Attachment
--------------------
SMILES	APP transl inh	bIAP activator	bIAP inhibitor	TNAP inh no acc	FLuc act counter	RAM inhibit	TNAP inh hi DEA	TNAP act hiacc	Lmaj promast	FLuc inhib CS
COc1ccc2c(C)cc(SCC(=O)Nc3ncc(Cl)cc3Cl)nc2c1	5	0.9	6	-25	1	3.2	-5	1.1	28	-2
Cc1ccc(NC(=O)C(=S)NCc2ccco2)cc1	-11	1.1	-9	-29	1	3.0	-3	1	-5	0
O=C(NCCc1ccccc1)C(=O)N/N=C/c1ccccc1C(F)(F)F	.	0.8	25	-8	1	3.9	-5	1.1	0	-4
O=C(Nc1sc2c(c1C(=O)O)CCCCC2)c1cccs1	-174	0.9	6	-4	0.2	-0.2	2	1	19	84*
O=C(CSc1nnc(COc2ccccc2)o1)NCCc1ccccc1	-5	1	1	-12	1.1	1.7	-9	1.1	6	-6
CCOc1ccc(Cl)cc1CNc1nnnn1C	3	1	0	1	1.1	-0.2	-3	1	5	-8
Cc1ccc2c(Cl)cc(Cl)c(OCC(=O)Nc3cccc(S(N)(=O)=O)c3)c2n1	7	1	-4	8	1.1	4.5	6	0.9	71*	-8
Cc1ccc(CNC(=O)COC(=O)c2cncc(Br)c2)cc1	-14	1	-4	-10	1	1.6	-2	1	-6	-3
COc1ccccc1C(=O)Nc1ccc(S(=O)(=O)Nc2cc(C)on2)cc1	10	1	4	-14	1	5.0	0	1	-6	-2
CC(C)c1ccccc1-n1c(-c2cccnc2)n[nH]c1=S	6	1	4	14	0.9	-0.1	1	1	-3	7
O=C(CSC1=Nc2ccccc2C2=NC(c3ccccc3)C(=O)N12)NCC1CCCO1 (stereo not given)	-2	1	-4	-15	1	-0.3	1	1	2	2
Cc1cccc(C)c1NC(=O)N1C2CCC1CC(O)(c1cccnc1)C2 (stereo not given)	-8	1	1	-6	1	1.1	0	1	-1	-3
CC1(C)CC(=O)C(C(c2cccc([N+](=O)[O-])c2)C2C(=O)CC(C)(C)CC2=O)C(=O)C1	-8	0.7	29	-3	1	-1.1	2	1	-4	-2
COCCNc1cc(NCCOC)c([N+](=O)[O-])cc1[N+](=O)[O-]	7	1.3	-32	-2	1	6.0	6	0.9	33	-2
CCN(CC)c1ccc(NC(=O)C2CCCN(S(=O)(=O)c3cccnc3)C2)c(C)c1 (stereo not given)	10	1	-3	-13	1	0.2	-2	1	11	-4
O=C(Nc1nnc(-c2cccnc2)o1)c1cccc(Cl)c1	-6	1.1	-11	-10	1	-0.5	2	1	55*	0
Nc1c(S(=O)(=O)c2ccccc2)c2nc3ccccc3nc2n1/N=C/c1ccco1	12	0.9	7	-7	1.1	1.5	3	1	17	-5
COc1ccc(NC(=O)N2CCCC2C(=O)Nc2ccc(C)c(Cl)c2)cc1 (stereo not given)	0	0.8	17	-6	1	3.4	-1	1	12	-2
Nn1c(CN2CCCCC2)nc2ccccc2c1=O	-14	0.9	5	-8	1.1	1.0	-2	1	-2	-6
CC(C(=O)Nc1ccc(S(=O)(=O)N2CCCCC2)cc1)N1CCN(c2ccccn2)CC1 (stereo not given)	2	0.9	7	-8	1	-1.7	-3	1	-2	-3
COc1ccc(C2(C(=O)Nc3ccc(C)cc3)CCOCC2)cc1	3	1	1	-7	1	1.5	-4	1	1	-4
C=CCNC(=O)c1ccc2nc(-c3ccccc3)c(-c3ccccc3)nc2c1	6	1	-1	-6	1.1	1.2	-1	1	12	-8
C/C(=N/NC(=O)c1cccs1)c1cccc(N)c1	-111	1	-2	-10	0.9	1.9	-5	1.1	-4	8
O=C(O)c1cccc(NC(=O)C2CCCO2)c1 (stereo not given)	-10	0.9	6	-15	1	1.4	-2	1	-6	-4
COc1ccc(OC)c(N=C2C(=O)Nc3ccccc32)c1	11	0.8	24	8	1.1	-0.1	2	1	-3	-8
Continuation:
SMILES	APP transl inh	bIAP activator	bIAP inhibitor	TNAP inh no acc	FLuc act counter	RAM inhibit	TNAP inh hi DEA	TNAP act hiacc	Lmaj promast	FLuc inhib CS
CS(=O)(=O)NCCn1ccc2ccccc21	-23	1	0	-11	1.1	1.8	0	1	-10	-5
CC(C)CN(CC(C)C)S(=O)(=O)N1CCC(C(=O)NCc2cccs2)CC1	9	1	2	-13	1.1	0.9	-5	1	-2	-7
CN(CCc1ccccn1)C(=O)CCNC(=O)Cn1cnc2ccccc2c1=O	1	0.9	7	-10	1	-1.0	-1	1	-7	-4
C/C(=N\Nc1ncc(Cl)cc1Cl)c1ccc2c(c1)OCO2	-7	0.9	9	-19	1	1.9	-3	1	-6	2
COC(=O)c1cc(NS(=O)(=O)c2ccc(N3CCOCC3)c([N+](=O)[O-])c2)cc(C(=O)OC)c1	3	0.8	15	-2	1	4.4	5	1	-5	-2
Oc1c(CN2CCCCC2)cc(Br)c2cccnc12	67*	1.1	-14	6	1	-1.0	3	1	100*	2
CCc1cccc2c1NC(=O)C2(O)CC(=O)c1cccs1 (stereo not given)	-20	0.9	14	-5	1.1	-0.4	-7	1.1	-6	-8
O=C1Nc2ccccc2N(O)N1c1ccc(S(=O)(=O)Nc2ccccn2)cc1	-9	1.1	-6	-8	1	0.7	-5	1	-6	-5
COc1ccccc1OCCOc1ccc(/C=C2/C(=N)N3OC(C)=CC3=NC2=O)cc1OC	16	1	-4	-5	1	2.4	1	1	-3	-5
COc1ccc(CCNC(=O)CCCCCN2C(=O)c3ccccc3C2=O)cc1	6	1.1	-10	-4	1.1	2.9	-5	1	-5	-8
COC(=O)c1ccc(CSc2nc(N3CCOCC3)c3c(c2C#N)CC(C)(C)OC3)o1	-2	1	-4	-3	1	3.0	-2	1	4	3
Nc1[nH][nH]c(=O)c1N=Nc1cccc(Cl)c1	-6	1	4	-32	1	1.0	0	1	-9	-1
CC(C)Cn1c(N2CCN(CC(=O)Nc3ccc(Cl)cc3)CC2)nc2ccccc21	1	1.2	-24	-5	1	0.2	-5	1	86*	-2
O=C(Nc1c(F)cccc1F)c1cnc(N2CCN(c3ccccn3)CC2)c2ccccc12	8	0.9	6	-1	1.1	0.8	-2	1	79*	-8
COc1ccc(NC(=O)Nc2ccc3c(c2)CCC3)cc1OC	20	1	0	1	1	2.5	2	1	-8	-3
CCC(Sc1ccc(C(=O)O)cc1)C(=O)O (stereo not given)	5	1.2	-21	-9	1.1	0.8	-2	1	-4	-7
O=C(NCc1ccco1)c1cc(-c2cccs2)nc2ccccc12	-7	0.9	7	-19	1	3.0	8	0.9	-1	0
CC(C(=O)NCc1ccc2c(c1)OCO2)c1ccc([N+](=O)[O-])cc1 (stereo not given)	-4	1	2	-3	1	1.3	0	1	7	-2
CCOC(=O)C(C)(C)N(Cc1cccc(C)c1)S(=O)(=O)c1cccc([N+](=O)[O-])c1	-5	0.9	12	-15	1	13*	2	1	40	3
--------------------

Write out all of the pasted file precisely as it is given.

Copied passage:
SMILES	APP transl inh	bIAP activator	bIAP inhibitor	TNAP inh no acc	FLuc act counter	RAM inhibit	TNAP inh hi DEA	TNAP act hiacc	Lmaj promast	FLuc inhib CS
COc1ccc2c(C)cc(SCC(=O)Nc3ncc(Cl)cc3Cl)nc2c1	5	0.9	6	-25	1	3.2	-5	1.1	28	-2
Cc1ccc(NC(=O)C(=S)NCc2ccco2)cc1	-11	1.1	-9	-29	1	3.0	-3	1	-5	0
O=C(NCCc1ccccc1)C(=O)N/N=C/c1ccccc1C(F)(F)F	.	0.8	25	-8	1	3.9	-5	1.1	0	-4
O=C(Nc1sc2c(c1C(=O)O)CCCCC2)c1cccs1	-174	0.9	6	-4	0.2	-0.2	2	1	19	84*
O=C(CSc1nnc(COc2ccccc2)o1)NCCc1ccccc1	-5	1	1	-12	1.1	1.7	-9	1.1	6	-6
CCOc1ccc(Cl)cc1CNc1nnnn1C	3	1	0	1	1.1	-0.2	-3	1	5	-8
Cc1ccc2c(Cl)cc(Cl)c(OCC(=O)Nc3cccc(S(N)(=O)=O)c3)c2n1	7	1	-4	8	1.1	4.5	6	0.9	71*	-8
Cc1ccc(CNC(=O)COC(=O)c2cncc(Br)c2)cc1	-14	1	-4	-10	1	1.6	-2	1	-6	-3
COc1ccccc1C(=O)Nc1ccc(S(=O)(=O)Nc2cc(C)on2)cc1	10	1	4	-14	1	5.0	0	1	-6	-2
CC(C)c1ccccc1-n1c(-c2cccnc2)n[nH]c1=S	6	1	4	14	0.9	-0.1	1	1	-3	7
O=C(CSC1=Nc2ccccc2C2=NC(c3ccccc3)C(=O)N12)NCC1CCCO1 (stereo not given)	-2	1	-4	-15	1	-0.3	1	1	2	2
Cc1cccc(C)c1NC(=O)N1C2CCC1CC(O)(c1cccnc1)C2 (stereo not given)	-8	1	1	-6	1	1.1	0	1	-1	-3
CC1(C)CC(=O)C(C(c2cccc([N+](=O)[O-])c2)C2C(=O)CC(C)(C)CC2=O)C(=O)C1	-8	0.7	29	-3	1	-1.1	2	1	-4	-2
COCCNc1cc(NCCOC)c([N+](=O)[O-])cc1[N+](=O)[O-]	7	1.3	-32	-2	1	6.0	6	0.9	33	-2
CCN(CC)c1ccc(NC(=O)C2CCCN(S(=O)(=O)c3cccnc3)C2)c(C)c1 (stereo not given)	10	1	-3	-13	1	0.2	-2	1	11	-4
O=C(Nc1nnc(-c2cccnc2)o1)c1cccc(Cl)c1	-6	1.1	-11	-10	1	-0.5	2	1	55*	0
Nc1c(S(=O)(=O)c2ccccc2)c2nc3ccccc3nc2n1/N=C/c1ccco1	12	0.9	7	-7	1.1	1.5	3	1	17	-5
COc1ccc(NC(=O)N2CCCC2C(=O)Nc2ccc(C)c(Cl)c2)cc1 (stereo not given)	0	0.8	17	-6	1	3.4	-1	1	12	-2
Nn1c(CN2CCCCC2)nc2ccccc2c1=O	-14	0.9	5	-8	1.1	1.0	-2	1	-2	-6
CC(C(=O)Nc1ccc(S(=O)(=O)N2CCCCC2)cc1)N1CCN(c2ccccn2)CC1 (stereo not given)	2	0.9	7	-8	1	-1.7	-3	1	-2	-3
COc1ccc(C2(C(=O)Nc3ccc(C)cc3)CCOCC2)cc1	3	1	1	-7	1	1.5	-4	1	1	-4
C=CCNC(=O)c1ccc2nc(-c3ccccc3)c(-c3ccccc3)nc2c1	6	1	-1	-6	1.1	1.2	-1	1	12	-8
C/C(=N/NC(=O)c1cccs1)c1cccc(N)c1	-111	1	-2	-10	0.9	1.9	-5	1.1	-4	8
O=C(O)c1cccc(NC(=O)C2CCCO2)c1 (stereo not given)	-10	0.9	6	-15	1	1.4	-2	1	-6	-4
COc1ccc(OC)c(N=C2C(=O)Nc3ccccc32)c1	11	0.8	24	8	1.1	-0.1	2	1	-3	-8
Continuation:
SMILES	APP transl inh	bIAP activator	bIAP inhibitor	TNAP inh no acc	FLuc act counter	RAM inhibit	TNAP inh hi DEA	TNAP act hiacc	Lmaj promast	FLuc inhib CS
CS(=O)(=O)NCCn1ccc2ccccc21	-23	1	0	-11	1.1	1.8	0	1	-10	-5
CC(C)CN(CC(C)C)S(=O)(=O)N1CCC(C(=O)NCc2cccs2)CC1	9	1	2	-13	1.1	0.9	-5	1	-2	-7
CN(CCc1ccccn1)C(=O)CCNC(=O)Cn1cnc2ccccc2c1=O	1	0.9	7	-10	1	-1.0	-1	1	-7	-4
C/C(=N\Nc1ncc(Cl)cc1Cl)c1ccc2c(c1)OCO2	-7	0.9	9	-19	1	1.9	-3	1	-6	2
COC(=O)c1cc(NS(=O)(=O)c2ccc(N3CCOCC3)c([N+](=O)[O-])c2)cc(C(=O)OC)c1	3	0.8	15	-2	1	4.4	5	1	-5	-2
Oc1c(CN2CCCCC2)cc(Br)c2cccnc12	67*	1.1	-14	6	1	-1.0	3	1	100*	2
CCc1cccc2c1NC(=O)C2(O)CC(=O)c1cccs1 (stereo not given)	-20	0.9	14	-5	1.1	-0.4	-7	1.1	-6	-8
O=C1Nc2ccccc2N(O)N1c1ccc(S(=O)(=O)Nc2ccccn2)cc1	-9	1.1	-6	-8	1	0.7	-5	1	-6	-5
COc1ccccc1OCCOc1ccc(/C=C2/C(=N)N3OC(C)=CC3=NC2=O)cc1OC	16	1	-4	-5	1	2.4	1	1	-3	-5
COc1ccc(CCNC(=O)CCCCCN2C(=O)c3ccccc3C2=O)cc1	6	1.1	-10	-4	1.1	2.9	-5	1	-5	-8
COC(=O)c1ccc(CSc2nc(N3CCOCC3)c3c(c2C#N)CC(C)(C)OC3)o1	-2	1	-4	-3	1	3.0	-2	1	4	3
Nc1[nH][nH]c(=O)c1N=Nc1cccc(Cl)c1	-6	1	4	-32	1	1.0	0	1	-9	-1
CC(C)Cn1c(N2CCN(CC(=O)Nc3ccc(Cl)cc3)CC2)nc2ccccc21	1	1.2	-24	-5	1	0.2	-5	1	86*	-2
O=C(Nc1c(F)cccc1F)c1cnc(N2CCN(c3ccccn3)CC2)c2ccccc12	8	0.9	6	-1	1.1	0.8	-2	1	79*	-8
COc1ccc(NC(=O)Nc2ccc3c(c2)CCC3)cc1OC	20	1	0	1	1	2.5	2	1	-8	-3
CCC(Sc1ccc(C(=O)O)cc1)C(=O)O (stereo not given)	5	1.2	-21	-9	1.1	0.8	-2	1	-4	-7
O=C(NCc1ccco1)c1cc(-c2cccs2)nc2ccccc12	-7	0.9	7	-19	1	3.0	8	0.9	-1	0
CC(C(=O)NCc1ccc2c(c1)OCO2)c1ccc([N+](=O)[O-])cc1 (stereo not given)	-4	1	2	-3	1	1.3	0	1	7	-2
CCOC(=O)C(C)(C)N(Cc1cccc(C)c1)S(=O)(=O)c1cccc([N+](=O)[O-])c1	-5	0.9	12	-15	1	13*	2	1	40	3